Writing Love Letters to Sellers, Advantage or Discrimination?
Advantage or discrimination?
With the housing market being extremely competitive right now, desperate home buyers are turning to "love letters" to try and entice sellers. This practice seems to be working with some sellers admitting that they accepted an offer based on what a potential buyer wrote in a letter.
A "love letter" in the simplest terms is when potential home buyers write a letter with emotional appeals to try and relate and distinguish themselves with that seller in hopes of their offer being accepted.
One real-life example of this happened in a town near Dallas. A couple wrote handwritten letters to the sellers after touring what they called their "dream home." In the letter, they detailed how they would love to raise their kids in the home, how involved they were in the community and how they would take care of the historic house.
"I just wrote what was in my heart," the buyer said.
Seems innocent, right? writing a harmless letter to try and impress someone into picking you out of the crowd.
Opening the door to discrimination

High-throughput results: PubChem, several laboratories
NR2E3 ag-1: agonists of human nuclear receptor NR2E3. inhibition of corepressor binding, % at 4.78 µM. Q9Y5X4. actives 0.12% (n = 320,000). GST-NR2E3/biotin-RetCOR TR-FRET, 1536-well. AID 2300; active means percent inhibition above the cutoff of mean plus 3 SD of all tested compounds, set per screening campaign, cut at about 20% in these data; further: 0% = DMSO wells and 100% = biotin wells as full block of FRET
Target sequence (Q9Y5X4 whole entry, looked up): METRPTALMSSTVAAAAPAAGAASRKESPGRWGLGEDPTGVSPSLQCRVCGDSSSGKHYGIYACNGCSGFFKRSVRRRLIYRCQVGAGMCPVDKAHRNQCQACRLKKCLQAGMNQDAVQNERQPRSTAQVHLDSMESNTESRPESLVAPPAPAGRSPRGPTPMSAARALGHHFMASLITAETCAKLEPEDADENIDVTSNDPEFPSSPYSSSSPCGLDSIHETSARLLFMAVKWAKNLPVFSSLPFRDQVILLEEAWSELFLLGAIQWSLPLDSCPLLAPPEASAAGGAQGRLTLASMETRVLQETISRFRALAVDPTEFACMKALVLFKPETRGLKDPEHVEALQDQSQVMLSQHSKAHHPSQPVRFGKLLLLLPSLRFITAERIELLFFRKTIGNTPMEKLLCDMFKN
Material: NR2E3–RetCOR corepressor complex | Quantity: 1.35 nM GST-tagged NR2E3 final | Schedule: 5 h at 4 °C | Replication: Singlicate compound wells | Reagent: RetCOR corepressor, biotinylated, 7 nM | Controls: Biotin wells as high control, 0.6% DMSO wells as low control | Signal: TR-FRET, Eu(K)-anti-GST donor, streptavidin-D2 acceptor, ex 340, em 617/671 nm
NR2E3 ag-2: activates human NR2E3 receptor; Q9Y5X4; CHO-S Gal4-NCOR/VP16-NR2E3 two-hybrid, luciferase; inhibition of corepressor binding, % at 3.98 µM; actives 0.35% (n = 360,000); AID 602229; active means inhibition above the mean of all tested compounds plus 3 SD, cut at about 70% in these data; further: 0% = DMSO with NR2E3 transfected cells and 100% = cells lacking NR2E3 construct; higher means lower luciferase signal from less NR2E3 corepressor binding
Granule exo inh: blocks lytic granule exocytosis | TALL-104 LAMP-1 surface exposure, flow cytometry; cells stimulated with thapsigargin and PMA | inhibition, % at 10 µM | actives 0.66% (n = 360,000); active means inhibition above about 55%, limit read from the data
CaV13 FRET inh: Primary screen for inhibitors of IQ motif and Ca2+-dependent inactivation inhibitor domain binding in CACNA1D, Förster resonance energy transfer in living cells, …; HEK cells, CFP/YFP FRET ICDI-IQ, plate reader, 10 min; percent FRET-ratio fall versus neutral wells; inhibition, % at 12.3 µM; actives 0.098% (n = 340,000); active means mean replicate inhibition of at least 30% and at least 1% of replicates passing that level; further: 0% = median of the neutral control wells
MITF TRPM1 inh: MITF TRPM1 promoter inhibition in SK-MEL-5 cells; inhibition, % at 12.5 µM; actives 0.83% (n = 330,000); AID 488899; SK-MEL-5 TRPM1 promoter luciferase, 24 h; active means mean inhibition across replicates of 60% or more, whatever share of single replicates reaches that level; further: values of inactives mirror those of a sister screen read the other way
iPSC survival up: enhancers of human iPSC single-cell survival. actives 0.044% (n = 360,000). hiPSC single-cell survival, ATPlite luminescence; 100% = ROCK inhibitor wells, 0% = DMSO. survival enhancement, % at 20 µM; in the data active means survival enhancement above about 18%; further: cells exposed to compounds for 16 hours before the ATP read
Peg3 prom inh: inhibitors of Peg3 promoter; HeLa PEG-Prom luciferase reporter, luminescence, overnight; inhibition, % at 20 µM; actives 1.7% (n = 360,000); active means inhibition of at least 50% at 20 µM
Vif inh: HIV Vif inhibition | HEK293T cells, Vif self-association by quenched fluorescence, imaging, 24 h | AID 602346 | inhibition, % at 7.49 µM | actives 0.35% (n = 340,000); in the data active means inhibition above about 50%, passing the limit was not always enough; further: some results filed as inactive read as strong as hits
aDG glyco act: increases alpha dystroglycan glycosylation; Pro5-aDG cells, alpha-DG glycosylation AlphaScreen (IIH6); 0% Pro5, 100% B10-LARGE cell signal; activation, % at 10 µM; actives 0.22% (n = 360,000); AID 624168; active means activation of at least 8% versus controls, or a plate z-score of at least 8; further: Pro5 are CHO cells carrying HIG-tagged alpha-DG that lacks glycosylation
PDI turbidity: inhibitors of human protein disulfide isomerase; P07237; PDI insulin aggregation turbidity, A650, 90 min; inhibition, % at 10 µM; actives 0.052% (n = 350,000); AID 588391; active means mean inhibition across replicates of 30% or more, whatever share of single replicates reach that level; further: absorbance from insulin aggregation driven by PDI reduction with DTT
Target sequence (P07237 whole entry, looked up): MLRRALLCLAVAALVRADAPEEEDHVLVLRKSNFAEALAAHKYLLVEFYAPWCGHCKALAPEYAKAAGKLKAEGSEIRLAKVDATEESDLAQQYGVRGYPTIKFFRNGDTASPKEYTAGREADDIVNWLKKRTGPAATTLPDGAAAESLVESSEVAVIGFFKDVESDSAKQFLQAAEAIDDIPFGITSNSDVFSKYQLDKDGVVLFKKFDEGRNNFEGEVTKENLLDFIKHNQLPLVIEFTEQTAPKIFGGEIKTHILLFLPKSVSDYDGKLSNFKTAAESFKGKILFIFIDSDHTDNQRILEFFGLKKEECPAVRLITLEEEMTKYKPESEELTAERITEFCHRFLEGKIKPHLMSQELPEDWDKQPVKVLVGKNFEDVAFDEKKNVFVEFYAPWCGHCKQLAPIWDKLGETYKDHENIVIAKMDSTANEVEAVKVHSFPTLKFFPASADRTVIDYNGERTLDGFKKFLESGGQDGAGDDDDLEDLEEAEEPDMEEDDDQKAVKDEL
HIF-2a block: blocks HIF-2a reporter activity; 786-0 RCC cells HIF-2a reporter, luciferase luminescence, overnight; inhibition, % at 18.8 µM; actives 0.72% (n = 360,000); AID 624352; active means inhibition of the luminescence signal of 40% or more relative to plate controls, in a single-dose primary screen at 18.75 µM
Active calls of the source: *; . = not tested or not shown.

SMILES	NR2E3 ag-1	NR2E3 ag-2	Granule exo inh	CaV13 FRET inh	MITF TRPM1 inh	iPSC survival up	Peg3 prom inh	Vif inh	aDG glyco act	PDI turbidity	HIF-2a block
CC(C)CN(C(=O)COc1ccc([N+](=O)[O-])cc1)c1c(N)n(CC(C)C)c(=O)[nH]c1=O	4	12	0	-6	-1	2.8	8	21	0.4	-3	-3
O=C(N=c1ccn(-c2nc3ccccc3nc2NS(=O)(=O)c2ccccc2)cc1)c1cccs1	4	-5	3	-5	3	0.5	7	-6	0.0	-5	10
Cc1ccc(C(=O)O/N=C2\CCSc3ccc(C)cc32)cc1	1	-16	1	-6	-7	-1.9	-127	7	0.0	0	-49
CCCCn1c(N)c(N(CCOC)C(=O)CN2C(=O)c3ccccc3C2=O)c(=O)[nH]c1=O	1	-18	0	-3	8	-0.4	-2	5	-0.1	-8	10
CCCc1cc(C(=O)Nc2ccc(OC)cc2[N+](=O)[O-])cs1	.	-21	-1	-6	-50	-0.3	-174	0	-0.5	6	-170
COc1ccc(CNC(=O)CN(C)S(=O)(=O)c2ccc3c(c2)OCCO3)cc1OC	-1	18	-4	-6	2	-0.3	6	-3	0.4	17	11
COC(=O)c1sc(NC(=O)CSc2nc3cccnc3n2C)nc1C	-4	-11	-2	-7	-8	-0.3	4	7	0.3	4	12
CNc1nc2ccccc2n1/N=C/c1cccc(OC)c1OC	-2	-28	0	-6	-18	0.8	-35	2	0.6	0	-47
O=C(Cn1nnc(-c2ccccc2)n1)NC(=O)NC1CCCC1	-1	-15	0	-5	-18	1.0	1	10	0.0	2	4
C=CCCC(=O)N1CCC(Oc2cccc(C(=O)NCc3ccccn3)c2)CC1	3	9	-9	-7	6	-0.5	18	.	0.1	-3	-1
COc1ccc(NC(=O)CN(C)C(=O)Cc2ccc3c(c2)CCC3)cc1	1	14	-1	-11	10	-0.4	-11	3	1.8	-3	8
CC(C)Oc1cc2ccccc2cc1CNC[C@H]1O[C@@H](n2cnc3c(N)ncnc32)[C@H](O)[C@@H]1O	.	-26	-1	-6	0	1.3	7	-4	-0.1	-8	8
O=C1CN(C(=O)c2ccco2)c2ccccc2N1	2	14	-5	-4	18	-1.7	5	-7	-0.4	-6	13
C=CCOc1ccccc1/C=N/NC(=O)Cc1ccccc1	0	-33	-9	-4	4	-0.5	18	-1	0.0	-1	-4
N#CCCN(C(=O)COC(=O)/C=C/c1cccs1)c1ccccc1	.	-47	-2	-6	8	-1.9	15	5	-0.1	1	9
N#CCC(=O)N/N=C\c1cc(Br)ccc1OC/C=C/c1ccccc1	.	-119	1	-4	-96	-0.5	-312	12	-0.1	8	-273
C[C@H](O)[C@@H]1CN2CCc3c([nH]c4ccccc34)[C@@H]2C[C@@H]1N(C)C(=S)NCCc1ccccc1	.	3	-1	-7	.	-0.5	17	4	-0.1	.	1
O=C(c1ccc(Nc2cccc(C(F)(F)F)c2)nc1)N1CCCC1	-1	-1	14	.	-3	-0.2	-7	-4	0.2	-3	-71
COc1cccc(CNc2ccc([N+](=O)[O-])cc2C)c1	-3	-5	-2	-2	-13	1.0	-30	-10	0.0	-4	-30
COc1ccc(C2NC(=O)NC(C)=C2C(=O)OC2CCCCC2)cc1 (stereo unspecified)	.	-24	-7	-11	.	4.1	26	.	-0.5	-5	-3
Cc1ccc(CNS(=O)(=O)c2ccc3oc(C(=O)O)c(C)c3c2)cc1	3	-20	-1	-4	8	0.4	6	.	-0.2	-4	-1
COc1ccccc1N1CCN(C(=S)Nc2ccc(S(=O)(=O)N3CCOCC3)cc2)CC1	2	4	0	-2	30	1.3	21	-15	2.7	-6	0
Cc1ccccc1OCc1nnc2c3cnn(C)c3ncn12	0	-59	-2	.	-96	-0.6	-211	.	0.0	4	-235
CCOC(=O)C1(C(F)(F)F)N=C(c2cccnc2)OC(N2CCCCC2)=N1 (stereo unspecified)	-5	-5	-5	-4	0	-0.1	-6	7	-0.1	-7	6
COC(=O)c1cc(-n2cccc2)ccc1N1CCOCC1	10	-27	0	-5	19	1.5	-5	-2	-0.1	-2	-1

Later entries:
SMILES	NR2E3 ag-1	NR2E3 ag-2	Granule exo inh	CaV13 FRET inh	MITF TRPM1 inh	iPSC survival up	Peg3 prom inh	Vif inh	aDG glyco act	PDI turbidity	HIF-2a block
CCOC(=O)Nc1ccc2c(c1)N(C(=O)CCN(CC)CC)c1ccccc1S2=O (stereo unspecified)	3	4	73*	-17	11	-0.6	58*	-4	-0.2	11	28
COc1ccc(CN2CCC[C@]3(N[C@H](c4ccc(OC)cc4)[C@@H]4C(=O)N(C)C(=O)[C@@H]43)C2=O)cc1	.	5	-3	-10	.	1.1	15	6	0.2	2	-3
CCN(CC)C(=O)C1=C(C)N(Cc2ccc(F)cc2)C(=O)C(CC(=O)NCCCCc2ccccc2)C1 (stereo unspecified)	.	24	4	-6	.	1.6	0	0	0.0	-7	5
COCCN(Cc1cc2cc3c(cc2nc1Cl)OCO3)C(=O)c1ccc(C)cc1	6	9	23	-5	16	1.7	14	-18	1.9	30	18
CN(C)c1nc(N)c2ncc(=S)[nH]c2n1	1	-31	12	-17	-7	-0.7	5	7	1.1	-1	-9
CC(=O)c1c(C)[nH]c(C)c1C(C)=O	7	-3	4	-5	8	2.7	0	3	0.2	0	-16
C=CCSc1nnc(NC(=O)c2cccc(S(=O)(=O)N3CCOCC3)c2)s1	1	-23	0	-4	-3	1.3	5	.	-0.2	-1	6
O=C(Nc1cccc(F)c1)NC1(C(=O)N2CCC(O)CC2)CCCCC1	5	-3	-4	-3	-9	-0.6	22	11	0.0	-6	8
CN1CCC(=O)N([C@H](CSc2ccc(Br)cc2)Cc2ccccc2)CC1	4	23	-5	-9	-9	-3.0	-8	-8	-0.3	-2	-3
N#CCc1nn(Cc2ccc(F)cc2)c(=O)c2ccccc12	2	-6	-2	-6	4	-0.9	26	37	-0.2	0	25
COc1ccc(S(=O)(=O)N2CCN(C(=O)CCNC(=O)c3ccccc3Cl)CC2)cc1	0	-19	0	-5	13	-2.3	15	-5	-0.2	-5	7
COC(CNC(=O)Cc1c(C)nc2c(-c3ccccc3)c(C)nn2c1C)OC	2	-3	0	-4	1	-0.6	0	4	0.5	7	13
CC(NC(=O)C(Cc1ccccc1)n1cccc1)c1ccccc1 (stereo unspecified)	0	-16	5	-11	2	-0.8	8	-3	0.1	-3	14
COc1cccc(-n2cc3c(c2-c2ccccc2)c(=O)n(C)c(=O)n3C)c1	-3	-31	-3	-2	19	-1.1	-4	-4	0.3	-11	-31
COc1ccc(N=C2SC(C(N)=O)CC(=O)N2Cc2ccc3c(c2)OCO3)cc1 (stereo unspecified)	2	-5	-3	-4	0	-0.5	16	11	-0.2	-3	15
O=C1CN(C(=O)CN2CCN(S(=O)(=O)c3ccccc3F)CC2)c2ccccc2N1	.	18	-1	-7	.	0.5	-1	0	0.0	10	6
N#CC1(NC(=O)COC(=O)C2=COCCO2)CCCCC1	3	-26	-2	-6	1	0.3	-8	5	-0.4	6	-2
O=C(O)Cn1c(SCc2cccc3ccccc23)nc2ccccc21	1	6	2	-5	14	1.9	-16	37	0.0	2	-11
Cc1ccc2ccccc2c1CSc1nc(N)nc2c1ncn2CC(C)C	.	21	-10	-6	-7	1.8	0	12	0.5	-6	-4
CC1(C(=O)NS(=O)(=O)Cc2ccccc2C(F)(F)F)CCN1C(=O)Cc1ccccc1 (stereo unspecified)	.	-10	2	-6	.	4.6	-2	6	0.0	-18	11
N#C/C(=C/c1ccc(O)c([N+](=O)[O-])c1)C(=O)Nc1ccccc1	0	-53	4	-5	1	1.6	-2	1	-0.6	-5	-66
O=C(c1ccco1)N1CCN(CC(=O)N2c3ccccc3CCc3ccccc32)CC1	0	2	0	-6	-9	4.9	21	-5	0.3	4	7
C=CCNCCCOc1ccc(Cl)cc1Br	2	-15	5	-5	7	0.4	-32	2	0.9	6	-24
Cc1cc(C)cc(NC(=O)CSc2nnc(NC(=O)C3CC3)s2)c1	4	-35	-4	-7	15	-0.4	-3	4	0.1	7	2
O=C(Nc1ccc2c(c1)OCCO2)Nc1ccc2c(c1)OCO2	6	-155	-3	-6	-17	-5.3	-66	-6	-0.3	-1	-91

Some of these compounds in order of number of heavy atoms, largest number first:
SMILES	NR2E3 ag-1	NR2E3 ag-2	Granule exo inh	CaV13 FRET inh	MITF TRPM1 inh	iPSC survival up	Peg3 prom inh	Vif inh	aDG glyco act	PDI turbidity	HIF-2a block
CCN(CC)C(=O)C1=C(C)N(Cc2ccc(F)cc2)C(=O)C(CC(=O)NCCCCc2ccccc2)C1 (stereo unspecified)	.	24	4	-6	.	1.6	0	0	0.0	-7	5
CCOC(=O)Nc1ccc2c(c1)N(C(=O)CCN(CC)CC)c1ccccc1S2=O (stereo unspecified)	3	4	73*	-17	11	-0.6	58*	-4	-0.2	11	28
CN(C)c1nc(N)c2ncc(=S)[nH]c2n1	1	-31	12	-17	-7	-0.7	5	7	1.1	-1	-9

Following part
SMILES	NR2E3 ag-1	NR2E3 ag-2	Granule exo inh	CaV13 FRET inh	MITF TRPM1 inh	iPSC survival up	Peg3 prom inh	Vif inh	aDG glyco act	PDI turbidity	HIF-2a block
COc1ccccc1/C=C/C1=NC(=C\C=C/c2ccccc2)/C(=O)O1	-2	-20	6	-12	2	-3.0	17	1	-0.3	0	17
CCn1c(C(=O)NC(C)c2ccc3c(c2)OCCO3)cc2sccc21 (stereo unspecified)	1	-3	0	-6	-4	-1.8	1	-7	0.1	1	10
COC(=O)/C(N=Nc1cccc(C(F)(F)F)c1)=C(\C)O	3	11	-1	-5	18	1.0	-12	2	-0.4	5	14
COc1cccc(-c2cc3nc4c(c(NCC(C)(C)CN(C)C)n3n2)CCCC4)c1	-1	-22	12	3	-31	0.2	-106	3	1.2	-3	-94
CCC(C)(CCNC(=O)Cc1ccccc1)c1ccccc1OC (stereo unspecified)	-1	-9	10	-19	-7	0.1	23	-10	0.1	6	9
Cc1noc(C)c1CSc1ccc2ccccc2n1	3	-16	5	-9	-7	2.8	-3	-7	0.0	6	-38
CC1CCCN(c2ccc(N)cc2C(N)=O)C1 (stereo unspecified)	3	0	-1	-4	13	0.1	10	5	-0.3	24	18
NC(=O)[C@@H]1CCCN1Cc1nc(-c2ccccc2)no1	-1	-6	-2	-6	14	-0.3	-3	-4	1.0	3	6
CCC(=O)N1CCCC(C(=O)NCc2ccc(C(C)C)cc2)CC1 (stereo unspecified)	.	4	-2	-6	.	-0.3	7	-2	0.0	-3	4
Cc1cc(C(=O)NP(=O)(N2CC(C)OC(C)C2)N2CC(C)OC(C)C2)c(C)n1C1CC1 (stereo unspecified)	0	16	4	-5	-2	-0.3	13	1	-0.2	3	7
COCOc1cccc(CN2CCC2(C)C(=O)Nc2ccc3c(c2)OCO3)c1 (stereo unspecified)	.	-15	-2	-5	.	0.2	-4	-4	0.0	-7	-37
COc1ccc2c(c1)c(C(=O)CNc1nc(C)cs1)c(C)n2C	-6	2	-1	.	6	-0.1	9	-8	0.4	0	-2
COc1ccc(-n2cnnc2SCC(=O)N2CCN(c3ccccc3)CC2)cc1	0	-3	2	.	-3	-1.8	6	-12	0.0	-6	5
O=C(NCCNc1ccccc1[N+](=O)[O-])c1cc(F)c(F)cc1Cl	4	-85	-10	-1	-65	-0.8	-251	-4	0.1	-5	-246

Writing personalized love letters are the second-most helpful strategy. The first is offering all cash. Realtors are recognizing that this method could potentially open the door to discrimination. The practice of allowing sellers to choose buyers who are similar to them.
This past year, the National Association of Realtors (NAR) released a statement about how this practice has the potential to violate certain federal laws, more specifically the Fair Housing Act.
The Fair Housing Act prohibits discrimination in the sale or financing of a home because of race, religion, sex, or familial status.
The association says that this has been an ongoing issue for quite some time and that the pandemic and booming housing market have shed more light on it. Desperate buyers are doing anything they can.
"People in the real estate industry have expressed concern that buyers' love letters might lead some sellers to pick and choose potential buyers for discriminatory reasons," one report said.
What sellers are doing
Some sellers choose to not read the letters at all. One Austin woman told herself this after putting her home on the market after accepting a job offer out of state. She had asked her realtor to not mention a word of the letters.
She said she was aware of the potential for discrimination to be brought up.
This past summer, Oregon became the first state to ban these letters. The law in this state directs real estate agents to reject any other form of communication other than the required documents in a transaction.
Long-time real estate agent, Mark Meek, who is now an Oregon state representative, studied discrimination in the industry shared how this practice is driving neighborhood segregation.
"When you look back at the redlining of the past, these love letters to the seller are unfortunately coded to perpetuate discrimination," Meek said.
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